humans and landscapes deals with the approach of humans to nature:
How do people make nature accessible to them? How do they try to understand nature and what is it all about when they seek out special, unique landscapes? How do we understand nature and landscapes? Is it the medium of photography and its everyday handling that causes precisely this separation and at the same time an appropriation of nature?
Since 2014 JSP has been dealing with these questions. On his travels to national parks, mainly in North America, he collects photographic impressions and thus approach the topic. He pursues a documentary approach and distances himself from the actual socio-critical questions by taking a step back from the scenery to include the stage of the depicted human scenes in the landscapes.
From a wealth of pictures, light boxes – some of them room-related as installations – have been conceived as part of exhibitions. The questions that the photographs address seem subliminal. A carefully restrained social study, which despite its clear theme creates a thoughtful mood and carefully incorporates the depictive medium.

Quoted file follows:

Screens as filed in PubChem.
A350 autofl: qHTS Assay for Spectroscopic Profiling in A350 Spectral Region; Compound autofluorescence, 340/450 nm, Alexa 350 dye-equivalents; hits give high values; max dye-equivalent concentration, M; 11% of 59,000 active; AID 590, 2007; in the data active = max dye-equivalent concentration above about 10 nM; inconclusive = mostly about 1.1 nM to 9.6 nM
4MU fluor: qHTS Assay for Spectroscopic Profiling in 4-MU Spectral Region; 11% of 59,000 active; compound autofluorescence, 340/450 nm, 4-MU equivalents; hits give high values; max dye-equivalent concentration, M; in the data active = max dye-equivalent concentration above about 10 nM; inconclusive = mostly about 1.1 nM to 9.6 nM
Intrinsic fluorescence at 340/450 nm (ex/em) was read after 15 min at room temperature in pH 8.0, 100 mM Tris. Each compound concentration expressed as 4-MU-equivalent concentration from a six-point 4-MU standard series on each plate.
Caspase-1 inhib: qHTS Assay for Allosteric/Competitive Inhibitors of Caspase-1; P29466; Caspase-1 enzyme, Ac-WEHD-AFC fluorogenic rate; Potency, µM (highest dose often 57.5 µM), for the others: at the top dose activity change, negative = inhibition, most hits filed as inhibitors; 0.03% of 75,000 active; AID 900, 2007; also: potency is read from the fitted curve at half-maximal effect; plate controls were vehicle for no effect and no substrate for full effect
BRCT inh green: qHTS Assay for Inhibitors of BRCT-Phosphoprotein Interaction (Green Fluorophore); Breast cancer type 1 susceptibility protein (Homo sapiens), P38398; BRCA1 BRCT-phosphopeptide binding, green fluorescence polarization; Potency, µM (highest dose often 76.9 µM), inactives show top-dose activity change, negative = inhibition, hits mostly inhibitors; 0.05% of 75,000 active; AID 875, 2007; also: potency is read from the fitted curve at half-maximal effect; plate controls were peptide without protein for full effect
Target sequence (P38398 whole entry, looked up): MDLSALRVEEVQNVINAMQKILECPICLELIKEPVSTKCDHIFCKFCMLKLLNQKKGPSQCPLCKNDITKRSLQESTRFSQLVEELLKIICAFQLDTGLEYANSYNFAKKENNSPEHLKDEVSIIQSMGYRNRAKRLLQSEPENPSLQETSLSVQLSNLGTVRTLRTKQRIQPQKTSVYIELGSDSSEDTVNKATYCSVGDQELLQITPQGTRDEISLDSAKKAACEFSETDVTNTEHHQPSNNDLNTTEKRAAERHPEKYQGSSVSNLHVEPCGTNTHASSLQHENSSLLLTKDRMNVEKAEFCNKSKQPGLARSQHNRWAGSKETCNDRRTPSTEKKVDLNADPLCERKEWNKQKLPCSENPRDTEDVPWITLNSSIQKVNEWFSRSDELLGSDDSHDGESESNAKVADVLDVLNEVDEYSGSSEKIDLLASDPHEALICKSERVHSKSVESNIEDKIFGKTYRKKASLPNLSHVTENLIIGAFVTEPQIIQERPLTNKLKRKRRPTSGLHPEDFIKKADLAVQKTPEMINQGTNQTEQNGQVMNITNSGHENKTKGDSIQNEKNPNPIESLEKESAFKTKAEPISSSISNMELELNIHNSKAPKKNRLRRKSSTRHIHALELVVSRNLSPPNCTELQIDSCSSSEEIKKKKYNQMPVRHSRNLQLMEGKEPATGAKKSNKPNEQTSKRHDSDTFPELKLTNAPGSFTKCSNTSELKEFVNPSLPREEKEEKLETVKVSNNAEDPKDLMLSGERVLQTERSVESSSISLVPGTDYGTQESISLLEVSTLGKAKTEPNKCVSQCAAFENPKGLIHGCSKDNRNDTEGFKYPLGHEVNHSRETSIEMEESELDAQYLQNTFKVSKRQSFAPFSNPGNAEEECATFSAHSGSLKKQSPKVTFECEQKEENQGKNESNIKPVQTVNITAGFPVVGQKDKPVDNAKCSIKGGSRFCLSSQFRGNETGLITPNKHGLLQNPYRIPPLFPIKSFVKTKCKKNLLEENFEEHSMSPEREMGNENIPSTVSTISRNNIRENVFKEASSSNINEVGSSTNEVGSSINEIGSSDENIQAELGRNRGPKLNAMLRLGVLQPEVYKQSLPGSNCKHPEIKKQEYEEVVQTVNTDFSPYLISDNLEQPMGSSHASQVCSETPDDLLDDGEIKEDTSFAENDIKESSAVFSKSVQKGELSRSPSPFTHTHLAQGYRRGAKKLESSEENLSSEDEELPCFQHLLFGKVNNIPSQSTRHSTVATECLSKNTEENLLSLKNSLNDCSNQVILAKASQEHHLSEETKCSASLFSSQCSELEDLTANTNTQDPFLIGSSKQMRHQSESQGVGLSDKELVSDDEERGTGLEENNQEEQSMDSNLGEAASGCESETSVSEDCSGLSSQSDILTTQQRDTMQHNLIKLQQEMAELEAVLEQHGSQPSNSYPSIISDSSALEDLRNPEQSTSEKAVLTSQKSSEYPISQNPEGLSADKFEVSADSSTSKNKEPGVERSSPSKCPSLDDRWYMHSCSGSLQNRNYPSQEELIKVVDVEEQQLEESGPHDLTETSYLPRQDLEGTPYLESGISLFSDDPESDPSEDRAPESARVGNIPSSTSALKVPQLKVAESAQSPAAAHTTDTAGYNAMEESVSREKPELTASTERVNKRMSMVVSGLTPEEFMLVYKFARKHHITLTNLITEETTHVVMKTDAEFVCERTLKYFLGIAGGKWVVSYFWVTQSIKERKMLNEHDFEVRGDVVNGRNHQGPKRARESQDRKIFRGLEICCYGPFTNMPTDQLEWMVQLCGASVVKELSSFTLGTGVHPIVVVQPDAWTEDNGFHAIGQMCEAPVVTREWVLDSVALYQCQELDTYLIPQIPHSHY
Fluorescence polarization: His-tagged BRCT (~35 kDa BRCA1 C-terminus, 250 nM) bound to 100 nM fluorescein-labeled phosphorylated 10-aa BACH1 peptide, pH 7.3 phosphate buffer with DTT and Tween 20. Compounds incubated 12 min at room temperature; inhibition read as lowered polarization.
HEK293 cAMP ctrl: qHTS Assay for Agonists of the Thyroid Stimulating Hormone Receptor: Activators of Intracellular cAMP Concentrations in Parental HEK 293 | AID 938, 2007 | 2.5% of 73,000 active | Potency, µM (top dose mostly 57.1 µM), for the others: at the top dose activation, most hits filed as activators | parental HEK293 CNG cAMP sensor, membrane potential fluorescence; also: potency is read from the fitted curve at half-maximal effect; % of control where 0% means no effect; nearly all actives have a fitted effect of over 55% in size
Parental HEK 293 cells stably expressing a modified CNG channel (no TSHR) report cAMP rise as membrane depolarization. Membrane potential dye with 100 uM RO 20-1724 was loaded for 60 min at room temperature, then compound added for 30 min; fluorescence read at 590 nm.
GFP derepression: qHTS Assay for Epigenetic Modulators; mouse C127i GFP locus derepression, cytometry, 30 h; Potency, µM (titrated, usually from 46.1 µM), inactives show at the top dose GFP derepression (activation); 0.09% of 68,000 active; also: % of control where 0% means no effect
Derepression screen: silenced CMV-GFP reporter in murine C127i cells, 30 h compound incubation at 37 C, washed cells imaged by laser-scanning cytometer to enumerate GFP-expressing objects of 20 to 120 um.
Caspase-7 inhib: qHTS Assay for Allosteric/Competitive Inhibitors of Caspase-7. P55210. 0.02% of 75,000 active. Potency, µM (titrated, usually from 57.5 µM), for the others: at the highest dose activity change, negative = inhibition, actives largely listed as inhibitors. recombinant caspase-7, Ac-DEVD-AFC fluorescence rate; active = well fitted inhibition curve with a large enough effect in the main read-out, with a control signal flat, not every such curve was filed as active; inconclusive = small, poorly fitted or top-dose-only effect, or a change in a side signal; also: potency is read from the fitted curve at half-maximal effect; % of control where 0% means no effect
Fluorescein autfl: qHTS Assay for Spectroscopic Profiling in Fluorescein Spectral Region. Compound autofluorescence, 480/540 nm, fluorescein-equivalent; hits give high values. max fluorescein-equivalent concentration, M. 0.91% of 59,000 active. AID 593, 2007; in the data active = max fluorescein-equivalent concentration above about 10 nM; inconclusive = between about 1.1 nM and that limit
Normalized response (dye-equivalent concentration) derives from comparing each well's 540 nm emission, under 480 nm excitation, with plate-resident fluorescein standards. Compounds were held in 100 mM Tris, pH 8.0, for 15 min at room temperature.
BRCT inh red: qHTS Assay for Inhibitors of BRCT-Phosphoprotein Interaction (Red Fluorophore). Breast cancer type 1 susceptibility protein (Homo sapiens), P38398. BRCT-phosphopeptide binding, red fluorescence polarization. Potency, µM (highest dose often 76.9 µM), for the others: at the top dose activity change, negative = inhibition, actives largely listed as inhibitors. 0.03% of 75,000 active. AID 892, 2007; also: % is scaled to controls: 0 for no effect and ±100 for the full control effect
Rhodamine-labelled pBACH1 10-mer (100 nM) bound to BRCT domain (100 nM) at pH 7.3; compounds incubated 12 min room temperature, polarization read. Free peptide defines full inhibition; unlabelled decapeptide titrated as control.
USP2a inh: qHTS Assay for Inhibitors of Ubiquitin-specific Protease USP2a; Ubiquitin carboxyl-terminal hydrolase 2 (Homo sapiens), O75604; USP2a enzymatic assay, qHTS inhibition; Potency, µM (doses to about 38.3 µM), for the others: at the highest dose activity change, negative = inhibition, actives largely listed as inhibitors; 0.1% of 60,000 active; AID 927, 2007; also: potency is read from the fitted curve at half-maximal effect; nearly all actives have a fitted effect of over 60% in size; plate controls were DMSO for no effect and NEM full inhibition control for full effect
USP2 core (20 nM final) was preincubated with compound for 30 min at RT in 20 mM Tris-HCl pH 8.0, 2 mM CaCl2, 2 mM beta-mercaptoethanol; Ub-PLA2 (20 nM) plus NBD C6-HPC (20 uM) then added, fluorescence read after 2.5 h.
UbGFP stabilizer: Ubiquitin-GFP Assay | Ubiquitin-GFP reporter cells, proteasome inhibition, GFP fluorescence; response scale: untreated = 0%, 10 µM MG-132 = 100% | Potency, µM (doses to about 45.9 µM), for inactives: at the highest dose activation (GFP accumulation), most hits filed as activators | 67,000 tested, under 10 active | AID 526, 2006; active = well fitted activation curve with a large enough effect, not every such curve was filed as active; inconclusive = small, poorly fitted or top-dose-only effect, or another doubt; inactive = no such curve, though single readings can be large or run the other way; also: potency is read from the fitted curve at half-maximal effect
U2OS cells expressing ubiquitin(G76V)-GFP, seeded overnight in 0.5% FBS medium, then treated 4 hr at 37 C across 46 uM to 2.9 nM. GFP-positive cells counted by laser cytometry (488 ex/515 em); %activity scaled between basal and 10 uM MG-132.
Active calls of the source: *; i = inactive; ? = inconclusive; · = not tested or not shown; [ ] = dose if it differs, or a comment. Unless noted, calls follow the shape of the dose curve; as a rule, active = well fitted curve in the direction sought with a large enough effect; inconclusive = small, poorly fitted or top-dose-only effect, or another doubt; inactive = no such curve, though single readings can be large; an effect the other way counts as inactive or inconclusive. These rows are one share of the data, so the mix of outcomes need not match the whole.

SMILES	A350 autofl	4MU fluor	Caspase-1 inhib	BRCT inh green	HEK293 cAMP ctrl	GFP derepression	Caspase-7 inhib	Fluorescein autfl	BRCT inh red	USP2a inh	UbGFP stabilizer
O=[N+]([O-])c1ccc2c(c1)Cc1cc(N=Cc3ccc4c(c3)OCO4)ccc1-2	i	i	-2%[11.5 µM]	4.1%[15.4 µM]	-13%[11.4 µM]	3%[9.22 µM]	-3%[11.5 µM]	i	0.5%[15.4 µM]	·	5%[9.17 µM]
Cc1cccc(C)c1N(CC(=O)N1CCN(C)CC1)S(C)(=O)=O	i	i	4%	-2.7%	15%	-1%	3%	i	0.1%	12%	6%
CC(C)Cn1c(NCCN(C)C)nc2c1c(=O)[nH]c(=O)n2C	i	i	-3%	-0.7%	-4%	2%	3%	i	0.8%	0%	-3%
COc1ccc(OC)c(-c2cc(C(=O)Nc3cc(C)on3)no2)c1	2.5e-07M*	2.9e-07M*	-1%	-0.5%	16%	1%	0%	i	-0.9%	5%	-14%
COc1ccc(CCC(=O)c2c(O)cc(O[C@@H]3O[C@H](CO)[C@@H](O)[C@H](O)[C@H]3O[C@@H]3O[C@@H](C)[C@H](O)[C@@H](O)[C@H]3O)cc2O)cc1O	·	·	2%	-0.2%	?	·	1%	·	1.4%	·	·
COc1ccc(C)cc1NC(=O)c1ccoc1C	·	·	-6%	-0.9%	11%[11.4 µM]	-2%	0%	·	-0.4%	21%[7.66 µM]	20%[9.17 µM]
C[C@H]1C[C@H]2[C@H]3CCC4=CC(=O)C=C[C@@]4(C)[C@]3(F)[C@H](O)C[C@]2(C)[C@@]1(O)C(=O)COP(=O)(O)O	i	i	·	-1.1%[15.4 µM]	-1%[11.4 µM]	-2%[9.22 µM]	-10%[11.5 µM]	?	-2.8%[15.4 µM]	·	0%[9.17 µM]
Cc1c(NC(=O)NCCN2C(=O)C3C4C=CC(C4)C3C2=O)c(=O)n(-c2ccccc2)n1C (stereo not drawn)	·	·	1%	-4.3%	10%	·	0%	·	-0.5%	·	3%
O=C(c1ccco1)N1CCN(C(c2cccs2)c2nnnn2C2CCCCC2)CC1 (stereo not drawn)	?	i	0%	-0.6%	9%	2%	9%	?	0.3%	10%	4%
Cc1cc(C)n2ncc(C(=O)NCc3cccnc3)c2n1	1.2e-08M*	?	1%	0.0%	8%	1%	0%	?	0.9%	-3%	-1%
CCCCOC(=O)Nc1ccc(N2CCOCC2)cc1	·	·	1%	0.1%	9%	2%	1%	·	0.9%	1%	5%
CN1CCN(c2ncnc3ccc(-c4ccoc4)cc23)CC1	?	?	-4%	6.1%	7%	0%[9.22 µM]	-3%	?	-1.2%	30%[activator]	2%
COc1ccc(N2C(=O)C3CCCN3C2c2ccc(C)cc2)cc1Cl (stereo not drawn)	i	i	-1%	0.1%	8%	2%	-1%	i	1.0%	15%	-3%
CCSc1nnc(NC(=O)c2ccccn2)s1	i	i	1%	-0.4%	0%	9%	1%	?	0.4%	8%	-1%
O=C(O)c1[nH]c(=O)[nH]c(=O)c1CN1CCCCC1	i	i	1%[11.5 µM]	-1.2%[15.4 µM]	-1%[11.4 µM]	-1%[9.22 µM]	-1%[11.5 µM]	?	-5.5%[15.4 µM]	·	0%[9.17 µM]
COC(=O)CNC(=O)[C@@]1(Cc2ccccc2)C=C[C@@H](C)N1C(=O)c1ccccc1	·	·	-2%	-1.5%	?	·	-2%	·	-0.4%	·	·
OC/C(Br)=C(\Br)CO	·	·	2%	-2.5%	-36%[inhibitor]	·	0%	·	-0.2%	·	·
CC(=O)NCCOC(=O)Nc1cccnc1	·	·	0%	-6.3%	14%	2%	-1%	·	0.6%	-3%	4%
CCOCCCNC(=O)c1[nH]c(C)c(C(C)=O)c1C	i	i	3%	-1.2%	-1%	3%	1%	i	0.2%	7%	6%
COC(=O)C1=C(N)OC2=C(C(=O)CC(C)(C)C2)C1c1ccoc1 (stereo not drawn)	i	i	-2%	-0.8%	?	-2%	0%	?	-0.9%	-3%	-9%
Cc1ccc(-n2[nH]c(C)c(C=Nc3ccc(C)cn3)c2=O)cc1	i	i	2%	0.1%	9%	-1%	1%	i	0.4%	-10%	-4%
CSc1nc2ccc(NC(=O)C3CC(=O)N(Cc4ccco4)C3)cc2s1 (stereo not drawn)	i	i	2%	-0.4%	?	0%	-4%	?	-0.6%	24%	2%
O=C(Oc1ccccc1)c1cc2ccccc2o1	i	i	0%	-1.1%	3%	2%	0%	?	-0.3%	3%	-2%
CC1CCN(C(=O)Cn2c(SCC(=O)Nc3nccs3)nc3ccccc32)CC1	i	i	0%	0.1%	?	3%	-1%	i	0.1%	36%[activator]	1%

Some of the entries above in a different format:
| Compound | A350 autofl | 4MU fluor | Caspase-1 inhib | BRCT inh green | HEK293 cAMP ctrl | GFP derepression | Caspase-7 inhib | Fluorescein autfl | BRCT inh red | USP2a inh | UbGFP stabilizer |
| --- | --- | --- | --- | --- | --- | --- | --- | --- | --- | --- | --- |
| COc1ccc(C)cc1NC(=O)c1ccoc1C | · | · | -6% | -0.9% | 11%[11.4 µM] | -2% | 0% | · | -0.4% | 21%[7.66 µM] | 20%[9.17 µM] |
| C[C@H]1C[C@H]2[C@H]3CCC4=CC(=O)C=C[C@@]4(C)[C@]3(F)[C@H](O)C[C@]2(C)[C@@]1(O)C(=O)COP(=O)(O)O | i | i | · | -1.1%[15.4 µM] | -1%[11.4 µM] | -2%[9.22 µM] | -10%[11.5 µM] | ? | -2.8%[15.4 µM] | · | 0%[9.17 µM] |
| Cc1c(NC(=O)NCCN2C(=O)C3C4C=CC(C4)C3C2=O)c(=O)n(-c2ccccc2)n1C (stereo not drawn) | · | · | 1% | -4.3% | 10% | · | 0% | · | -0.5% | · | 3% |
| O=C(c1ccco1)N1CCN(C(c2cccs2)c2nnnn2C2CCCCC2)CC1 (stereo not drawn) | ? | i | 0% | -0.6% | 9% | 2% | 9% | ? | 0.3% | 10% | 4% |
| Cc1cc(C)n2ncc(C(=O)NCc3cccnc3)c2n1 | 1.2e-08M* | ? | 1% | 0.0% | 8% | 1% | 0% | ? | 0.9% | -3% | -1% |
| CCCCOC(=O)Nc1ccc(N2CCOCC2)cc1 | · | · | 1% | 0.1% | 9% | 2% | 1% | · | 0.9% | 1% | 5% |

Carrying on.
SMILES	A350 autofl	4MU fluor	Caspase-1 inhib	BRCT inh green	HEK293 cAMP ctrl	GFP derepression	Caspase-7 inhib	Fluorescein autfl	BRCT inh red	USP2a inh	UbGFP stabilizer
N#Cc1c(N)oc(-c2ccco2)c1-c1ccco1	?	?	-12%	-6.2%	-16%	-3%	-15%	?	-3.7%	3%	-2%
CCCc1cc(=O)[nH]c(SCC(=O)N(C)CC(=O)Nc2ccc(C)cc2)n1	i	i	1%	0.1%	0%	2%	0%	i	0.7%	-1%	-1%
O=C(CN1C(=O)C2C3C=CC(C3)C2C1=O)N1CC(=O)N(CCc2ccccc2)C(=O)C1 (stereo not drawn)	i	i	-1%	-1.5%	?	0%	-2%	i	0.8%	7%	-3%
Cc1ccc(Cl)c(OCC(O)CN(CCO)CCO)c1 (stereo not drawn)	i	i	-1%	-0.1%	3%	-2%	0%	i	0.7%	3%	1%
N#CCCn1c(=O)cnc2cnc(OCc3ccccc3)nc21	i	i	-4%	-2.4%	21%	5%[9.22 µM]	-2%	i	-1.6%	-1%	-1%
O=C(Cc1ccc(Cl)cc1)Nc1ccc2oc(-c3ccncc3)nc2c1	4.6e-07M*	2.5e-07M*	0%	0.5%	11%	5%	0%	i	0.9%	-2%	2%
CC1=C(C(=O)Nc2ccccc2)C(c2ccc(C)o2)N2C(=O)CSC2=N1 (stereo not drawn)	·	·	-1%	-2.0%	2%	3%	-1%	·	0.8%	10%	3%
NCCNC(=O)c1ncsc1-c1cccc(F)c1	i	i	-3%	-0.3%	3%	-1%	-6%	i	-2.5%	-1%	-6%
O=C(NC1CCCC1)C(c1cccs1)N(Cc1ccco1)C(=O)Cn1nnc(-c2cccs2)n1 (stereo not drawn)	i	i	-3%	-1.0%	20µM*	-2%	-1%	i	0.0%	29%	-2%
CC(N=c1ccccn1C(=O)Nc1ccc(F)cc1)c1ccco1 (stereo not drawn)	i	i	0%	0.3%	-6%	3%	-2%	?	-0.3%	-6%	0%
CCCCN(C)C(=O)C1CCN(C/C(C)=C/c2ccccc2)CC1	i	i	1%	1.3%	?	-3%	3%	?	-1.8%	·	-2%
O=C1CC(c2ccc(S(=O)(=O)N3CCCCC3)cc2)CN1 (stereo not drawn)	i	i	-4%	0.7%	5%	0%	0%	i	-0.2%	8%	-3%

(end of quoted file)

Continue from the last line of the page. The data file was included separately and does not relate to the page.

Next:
The final thesis focuses on the urbanization of the national parks themselves. Again documentary, but less reserved, the view is directed away from the landscapes and people, into the visitor centres, into the temples of the national parks, and thus the appropriation of nature, which is taken to extremes, is made tangible.
With the help of a medium whose immensity tries to do justice to the violence of the landscape itself, mass tourism reaches a new level: Films presented in cinemas, staged on one side, which turn information centres into independent attractions.
human(‘)(s) (and) landscape(s) is now a video work that shows a domestication of nature by humans, but through its level-headed and objective viewing itself, it leaves it up to the viewer to form an opinion. The films are shown in full length, including the cinema auditoriums. These will be juxtaposed with a separate, alternative documentary film, in which the urban travel structures themselves will be included. This juxtaposition addresses the contrast between staged reality as an attraction and a reserved view of urban influences on nature.